Category: Books About Books

A Bookish Observation: I’ll start by saying that Susan Hill’s two books-about-books, Jacob’s Room is Full of Books and Howard’s End is on the Landing, are two of my very favourite books-about-books. They are so good, I’ve made sure I’ve got the printed versions, and they take pride of place on our bookshelves.

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The Book of Forgotten Authors is a book about books, one of my favourite genres. I have the hardback edition and, when I’ve finished reading it, will take up one book space on my bookshelf. My bookshelf space is precious, and it is only those “special” books that get to sit within it. The Books about Books genre takes up about twelve spaces on my shelves, because they are books that will call out to me over the years, and I’ll dive into their pages occasionally, to reacquaint myself with a gem.

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My GoodReads rating: 5 of 5 stars

This book is a collection of short pieces about the book that had a huge personal impact on the writing life of well known Australian and New Zealand authors; the book that “made” them.  It was soooo very good. It led me down new pathways, I learned about authors I was unfamiliar with, and books too. I found it at the Gleebooks’ Sydney Writers Festival Bookshop, which is always a source of unique treasures. I’ve “eaten” this book up. My huge TBR list has grown and grown, and my knowledge of quality reading has been enhanced. Gush gush, I know; lovers of of story, read it, you won’t be disappointed.

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Each year, one of my favourite book bloggers, Sheila of Book Journey, sets a challenge titled “First Book of the Year“. Once again I’m delighted to accepted Sheila’s challenge, (it’s more of an invitation really).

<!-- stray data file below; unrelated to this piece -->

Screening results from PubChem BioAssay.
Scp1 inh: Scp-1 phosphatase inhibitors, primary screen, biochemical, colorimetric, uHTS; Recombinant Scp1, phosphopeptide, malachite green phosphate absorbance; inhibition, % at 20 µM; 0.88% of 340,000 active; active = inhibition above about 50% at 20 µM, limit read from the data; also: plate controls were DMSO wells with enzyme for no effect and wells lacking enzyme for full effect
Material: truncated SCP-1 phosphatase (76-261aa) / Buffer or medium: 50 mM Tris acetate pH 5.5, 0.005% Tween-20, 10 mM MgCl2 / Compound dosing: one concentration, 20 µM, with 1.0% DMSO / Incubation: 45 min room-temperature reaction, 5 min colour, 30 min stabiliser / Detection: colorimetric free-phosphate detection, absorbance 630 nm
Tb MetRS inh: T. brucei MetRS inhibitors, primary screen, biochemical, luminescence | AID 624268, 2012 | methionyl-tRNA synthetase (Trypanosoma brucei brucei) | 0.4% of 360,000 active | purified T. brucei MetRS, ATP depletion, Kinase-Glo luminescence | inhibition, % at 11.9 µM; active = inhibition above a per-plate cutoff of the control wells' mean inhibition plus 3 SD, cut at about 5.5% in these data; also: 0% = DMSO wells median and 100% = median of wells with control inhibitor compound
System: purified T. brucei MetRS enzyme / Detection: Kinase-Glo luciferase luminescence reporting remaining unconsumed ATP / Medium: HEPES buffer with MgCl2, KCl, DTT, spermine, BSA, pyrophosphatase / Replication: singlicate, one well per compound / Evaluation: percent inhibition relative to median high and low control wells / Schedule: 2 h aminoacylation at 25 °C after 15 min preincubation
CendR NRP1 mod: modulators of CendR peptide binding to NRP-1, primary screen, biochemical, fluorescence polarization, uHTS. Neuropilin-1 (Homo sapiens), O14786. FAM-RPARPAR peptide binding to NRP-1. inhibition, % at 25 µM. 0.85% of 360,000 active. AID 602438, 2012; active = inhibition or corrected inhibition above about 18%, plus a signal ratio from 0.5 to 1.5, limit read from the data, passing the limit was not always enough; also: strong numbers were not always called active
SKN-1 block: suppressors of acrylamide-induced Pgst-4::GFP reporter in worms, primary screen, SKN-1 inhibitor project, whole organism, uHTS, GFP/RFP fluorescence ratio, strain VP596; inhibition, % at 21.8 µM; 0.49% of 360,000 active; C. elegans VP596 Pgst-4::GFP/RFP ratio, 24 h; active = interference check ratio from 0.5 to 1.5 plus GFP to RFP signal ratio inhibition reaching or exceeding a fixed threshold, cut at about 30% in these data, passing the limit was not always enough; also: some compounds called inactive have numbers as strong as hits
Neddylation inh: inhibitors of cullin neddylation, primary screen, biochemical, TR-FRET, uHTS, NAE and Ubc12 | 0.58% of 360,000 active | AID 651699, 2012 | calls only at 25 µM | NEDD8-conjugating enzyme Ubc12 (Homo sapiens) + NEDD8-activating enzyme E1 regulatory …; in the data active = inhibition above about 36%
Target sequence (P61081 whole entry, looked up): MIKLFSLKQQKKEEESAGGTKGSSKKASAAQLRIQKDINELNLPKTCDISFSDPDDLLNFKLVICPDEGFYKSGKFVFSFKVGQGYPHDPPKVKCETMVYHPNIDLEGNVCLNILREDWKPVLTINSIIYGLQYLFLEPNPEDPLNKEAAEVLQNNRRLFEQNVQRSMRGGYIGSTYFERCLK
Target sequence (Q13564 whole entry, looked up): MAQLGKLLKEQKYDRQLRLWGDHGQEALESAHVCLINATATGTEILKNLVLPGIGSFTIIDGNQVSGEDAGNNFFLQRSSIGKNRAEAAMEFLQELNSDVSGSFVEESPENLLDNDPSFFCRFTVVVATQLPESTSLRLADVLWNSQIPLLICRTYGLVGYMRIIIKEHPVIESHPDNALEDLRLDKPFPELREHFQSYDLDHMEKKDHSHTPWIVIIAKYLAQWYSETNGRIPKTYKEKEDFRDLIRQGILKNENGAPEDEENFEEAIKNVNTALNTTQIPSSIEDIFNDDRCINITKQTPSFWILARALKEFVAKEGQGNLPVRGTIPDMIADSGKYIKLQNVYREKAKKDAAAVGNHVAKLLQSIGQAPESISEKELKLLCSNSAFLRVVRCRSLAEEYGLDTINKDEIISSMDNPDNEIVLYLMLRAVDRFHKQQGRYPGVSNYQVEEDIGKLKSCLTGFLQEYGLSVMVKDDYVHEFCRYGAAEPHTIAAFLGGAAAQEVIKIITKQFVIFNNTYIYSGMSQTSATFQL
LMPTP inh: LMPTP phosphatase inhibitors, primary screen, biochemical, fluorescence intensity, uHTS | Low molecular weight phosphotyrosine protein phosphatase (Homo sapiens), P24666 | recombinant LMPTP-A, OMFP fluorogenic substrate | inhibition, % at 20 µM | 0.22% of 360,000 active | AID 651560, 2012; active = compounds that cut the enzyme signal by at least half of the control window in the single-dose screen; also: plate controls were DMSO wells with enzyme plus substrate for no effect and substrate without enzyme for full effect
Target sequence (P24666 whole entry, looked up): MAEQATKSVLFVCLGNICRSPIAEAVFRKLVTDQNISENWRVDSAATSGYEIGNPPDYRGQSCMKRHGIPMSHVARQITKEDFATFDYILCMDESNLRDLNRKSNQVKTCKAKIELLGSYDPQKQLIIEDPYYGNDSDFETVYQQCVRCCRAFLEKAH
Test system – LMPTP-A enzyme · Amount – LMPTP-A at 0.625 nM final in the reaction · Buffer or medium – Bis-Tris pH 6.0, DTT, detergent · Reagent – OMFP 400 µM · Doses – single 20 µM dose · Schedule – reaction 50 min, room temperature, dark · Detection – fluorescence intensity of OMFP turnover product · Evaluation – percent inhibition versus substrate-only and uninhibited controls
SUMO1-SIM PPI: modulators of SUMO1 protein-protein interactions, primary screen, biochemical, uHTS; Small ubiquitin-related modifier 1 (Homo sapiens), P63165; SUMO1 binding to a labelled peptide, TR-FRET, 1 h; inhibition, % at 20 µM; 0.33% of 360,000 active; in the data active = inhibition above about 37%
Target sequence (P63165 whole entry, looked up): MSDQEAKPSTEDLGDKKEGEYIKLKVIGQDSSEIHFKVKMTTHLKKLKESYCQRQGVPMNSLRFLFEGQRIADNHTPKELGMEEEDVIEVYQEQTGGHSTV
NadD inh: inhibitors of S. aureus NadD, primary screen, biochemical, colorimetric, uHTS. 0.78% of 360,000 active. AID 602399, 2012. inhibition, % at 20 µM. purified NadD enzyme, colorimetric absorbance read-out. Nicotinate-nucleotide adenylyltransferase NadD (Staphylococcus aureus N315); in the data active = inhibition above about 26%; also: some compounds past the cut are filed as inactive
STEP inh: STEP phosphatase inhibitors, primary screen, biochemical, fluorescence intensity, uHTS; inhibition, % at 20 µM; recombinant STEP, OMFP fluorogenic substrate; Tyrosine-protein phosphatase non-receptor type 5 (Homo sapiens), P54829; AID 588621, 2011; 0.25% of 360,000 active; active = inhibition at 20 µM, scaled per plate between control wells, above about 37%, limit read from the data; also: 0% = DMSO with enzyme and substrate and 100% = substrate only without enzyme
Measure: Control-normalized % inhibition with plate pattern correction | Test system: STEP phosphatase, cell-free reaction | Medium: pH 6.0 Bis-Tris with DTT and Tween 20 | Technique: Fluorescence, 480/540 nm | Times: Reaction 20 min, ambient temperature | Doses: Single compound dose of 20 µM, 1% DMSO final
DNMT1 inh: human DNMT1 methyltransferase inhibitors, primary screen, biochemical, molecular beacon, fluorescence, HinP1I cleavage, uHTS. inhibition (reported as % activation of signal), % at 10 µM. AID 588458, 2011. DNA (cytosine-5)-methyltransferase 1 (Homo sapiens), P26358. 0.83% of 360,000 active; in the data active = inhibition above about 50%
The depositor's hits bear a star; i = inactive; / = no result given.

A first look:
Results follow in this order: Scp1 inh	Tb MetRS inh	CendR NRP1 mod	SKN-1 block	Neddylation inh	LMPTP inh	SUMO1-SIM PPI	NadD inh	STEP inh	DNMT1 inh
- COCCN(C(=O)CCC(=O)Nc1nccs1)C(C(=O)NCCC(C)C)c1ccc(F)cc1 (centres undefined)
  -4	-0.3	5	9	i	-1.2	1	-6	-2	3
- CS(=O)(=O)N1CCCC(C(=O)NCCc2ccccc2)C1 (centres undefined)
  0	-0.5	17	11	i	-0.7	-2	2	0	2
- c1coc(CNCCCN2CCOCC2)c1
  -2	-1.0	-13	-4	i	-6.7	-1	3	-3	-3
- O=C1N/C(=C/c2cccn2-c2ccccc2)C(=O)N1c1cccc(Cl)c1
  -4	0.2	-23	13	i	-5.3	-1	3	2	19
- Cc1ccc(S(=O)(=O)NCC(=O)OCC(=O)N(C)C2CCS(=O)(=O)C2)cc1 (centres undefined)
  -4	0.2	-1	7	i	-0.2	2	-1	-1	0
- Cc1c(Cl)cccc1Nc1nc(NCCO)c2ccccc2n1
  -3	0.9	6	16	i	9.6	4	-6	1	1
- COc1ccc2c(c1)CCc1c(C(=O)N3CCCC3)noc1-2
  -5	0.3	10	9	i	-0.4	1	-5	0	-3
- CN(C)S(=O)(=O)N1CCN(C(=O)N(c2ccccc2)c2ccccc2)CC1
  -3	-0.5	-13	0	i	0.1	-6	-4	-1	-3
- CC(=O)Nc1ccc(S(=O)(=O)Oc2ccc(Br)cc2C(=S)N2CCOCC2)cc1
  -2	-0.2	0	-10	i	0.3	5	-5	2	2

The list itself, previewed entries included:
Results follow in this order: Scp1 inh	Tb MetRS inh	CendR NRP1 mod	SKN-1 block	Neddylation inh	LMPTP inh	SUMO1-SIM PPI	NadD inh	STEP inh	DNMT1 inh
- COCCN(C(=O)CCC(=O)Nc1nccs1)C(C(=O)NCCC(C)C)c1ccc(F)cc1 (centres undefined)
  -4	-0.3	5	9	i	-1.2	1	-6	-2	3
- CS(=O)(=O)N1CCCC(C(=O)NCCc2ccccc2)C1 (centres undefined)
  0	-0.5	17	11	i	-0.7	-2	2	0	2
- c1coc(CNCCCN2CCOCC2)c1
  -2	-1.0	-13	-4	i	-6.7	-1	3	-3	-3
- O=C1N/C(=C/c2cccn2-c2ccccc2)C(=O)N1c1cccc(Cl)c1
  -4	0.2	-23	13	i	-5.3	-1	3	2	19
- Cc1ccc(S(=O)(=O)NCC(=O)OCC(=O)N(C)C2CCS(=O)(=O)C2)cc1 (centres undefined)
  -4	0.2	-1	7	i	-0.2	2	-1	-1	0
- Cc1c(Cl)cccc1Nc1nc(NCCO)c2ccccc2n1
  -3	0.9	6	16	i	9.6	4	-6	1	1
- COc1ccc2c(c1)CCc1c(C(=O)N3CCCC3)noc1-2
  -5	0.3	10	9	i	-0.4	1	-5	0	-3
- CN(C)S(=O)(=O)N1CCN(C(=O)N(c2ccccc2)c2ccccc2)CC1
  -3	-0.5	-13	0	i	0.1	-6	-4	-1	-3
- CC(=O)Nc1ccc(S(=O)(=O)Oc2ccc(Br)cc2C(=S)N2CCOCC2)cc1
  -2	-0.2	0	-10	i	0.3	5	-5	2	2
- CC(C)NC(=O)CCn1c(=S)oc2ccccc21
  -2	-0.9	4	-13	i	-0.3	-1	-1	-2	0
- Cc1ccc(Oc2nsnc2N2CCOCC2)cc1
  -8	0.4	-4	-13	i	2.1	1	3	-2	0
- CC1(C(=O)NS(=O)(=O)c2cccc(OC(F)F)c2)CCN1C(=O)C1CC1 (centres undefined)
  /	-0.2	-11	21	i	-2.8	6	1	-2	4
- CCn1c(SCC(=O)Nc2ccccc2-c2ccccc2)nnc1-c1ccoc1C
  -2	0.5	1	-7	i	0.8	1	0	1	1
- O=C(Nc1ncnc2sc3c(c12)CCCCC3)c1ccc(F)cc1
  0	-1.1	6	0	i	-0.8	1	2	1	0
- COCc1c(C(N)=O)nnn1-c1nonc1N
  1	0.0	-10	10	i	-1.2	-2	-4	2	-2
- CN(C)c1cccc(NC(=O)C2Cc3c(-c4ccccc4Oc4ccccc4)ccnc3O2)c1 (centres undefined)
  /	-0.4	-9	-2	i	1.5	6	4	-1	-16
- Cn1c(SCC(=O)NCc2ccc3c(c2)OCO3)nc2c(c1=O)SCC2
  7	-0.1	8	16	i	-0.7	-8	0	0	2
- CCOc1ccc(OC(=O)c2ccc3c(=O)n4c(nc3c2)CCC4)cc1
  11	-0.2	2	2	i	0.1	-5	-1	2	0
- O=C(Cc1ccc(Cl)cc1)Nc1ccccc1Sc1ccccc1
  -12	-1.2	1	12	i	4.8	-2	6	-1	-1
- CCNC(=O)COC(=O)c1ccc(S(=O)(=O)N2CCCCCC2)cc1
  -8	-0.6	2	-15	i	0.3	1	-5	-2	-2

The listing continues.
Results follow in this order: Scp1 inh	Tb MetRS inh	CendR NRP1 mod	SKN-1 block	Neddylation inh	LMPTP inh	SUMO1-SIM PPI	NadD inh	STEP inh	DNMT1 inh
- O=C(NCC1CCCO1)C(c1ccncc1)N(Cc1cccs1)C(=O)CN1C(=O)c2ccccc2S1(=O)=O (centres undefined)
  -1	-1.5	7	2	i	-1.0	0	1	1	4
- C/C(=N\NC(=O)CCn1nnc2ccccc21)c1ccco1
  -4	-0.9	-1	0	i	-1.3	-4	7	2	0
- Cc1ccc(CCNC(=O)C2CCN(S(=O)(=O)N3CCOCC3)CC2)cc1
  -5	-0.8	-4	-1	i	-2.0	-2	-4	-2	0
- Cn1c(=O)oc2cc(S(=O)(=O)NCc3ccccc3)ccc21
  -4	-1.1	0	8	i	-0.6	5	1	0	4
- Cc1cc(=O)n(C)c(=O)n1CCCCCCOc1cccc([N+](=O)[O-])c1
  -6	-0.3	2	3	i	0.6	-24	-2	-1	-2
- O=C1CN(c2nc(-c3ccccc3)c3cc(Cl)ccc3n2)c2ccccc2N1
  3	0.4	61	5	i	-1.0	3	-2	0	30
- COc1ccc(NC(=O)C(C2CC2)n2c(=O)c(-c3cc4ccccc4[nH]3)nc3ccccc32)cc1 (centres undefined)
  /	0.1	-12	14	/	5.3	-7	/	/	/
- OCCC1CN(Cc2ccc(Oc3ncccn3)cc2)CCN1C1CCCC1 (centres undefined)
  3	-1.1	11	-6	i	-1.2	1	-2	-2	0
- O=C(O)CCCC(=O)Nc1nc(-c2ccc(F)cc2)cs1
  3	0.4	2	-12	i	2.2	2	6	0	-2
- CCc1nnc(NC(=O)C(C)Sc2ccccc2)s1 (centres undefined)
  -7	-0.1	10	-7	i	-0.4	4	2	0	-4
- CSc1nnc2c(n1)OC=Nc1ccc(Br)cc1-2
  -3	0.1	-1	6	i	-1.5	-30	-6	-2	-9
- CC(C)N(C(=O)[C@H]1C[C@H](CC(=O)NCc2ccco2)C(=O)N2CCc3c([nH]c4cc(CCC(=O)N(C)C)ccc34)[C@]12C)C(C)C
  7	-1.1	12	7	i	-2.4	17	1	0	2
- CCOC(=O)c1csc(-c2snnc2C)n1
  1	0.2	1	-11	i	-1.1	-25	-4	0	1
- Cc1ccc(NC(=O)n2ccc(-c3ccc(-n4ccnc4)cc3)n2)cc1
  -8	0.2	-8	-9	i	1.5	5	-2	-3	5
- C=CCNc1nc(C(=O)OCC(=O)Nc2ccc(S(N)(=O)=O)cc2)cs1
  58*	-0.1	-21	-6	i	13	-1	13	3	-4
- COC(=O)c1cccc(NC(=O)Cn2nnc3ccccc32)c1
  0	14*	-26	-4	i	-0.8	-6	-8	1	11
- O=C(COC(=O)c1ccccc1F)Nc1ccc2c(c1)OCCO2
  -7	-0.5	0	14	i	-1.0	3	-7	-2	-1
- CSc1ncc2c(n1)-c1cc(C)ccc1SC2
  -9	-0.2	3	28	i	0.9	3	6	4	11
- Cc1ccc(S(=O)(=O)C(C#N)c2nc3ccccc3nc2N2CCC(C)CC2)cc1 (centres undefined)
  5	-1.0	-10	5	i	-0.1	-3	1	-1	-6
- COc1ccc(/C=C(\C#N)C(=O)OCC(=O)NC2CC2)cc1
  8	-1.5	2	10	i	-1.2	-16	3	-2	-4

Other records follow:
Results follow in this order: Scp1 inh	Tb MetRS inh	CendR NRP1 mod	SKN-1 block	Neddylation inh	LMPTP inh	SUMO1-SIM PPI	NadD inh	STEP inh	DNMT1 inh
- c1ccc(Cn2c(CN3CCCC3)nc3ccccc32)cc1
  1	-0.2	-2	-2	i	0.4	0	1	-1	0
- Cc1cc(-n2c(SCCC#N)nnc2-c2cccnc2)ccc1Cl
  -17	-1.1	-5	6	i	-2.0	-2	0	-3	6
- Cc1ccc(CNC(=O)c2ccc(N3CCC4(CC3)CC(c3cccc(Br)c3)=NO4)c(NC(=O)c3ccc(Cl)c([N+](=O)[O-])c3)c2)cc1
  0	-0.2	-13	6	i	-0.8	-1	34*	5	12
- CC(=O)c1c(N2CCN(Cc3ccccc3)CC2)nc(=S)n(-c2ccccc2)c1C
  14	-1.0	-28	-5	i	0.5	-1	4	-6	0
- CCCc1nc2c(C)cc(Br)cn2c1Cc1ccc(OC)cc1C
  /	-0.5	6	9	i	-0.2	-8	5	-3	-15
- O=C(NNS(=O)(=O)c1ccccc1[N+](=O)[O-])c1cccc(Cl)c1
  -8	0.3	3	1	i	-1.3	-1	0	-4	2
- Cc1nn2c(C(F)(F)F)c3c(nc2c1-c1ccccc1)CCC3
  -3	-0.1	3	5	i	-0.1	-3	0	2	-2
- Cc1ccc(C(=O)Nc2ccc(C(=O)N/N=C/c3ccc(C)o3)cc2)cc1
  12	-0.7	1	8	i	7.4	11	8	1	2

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A Bookish Observation: Andy Miller’s book, The Year of Reading Dangerously – How Fifty Great Books (And Two Not So Great Ones) Saved My life, has had a profound effect on me and my reading. I listened to it as an Audiobook from Audible.com, narrated by the author himself, then I purchased the hardback because it’s a book I knew I would want to refer to again and again. And then I bought the Kindle eBook too, because it’s nice to have it easily accessible in my library in the “Cloud”. Mr Miller’s narration put a smile on my face immediately. He has a self effacing humour typical of British people. He made the discussion light hearted but serious all at the same time.

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A Bookish Observation: It’s a melodram of the best kind. My first impression of Charlie Lovett’s “First Impressions” was positive and that impression played out well throughout the book. I wasn’t disappointed. It’s a book about books, one of my favorite genres. The story switches chapter by chapter between Jane Austen’s world and the life of a present day character, Sophie Collingwood. It’s easy to read and flows at a good pace, not too fast and not too slow.

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One of my favourite book bloggers, Sheila of Book Journey, has proposed a challenge titled “First Book of the Year 2015”. I’ve accepted Sheila’s challenge, it’s more of an invitation really.

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While reading Peter Boxall’s 1001 Books You Must Read Before You Die, I’ve discovered it’s not just a list of books. It is also the source of some self discovery helping me understand what I don’t want to know about and what I do, a very enlightening realisation. I’m realising how narrow the boundaries of my reading taste are. My strategy for the book is to slowly read through all the previews. When I find a potential book to read, I add the book to my Amazon wish list . I’m only one third of the way through the book at the time of writing this blog post.

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A bookish observation: There’s always a sense of warmth when reflecting on a book just read and enjoyed. That’s how I feel today about Jane Gleeson-White’s well written book “Australian Classics”. I found the book a pleasure to read. Each chapter was dedicated to a particular book and was a comfortable length explaining the what, how and why, of the chosen “Australian Classic” followed by the author’s story, some dazzling, others sad.

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